Noted Pakistani American physician Dr. Munir Khan discusses the reeasons for the huge support former prime minister Imran Khan enjoys among the overseas...
Senior journalist Habib Akram digs deeper into the foreign funding case against Pakistan Tehrik-e-Insaf of former prime minister Imran Khan. He says may...
Now that the election stunner is in, the most frequently asked question remains the consequences of the changed parliamentary calculus in Punjab. The first casualty of this change will be the government of Mian Hamza Sharif, whose government in Punjab has lost its majority.
An elaborate strategy was finalized at a meeting of the top military brass to influence the July 17 Punjab bye-elections, prepare a favorable public opinion for General Qamar Javed Bajwa’s extension in service, strengthen MQM in Karachi, rebuild the army's public image and intensify the crackdown on the dissenting journalists, social media producers and influencers. Analysts say if true and implemented, this strategy will prove to be dangerous, divisive, and destabilize Pakistan even more.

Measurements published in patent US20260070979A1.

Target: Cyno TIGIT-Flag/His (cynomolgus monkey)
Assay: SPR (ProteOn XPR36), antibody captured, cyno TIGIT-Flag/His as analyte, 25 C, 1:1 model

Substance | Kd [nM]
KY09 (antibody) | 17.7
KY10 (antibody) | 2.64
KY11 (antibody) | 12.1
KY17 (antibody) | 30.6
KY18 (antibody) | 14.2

The spontaneous reaction to Imran Khan's exit as PM bringing out massive crowds has deep-reaching implications of sorts: political, moral and security-related. Though studiedly peaceful in contrast to the Dhaka of 1971, the charged atmosphere has ominous overtones.
For remaining “neutral” the Army has come in for a fair share of approbation. Because of a lot of motivated fake news being bandied about by those who hate both the Army and the PTI, it becomes difficult to sift lies from the truth.
Like his brother Nawaz Sharif, who has been convicted of corruption and is banned from public office, Shahbaz has faced allegations of cronyism and corruption. But this is not unusual in Pakistani politics, where opposition leaders tend to face such charges.
If a political crisis becomes a law-and-order issue, the army – never far away from Pakistani politics, and seemingly losing patience with Khan – might decide enough is enough and move in. That said, there is little appetite among the population for a military dictatorship.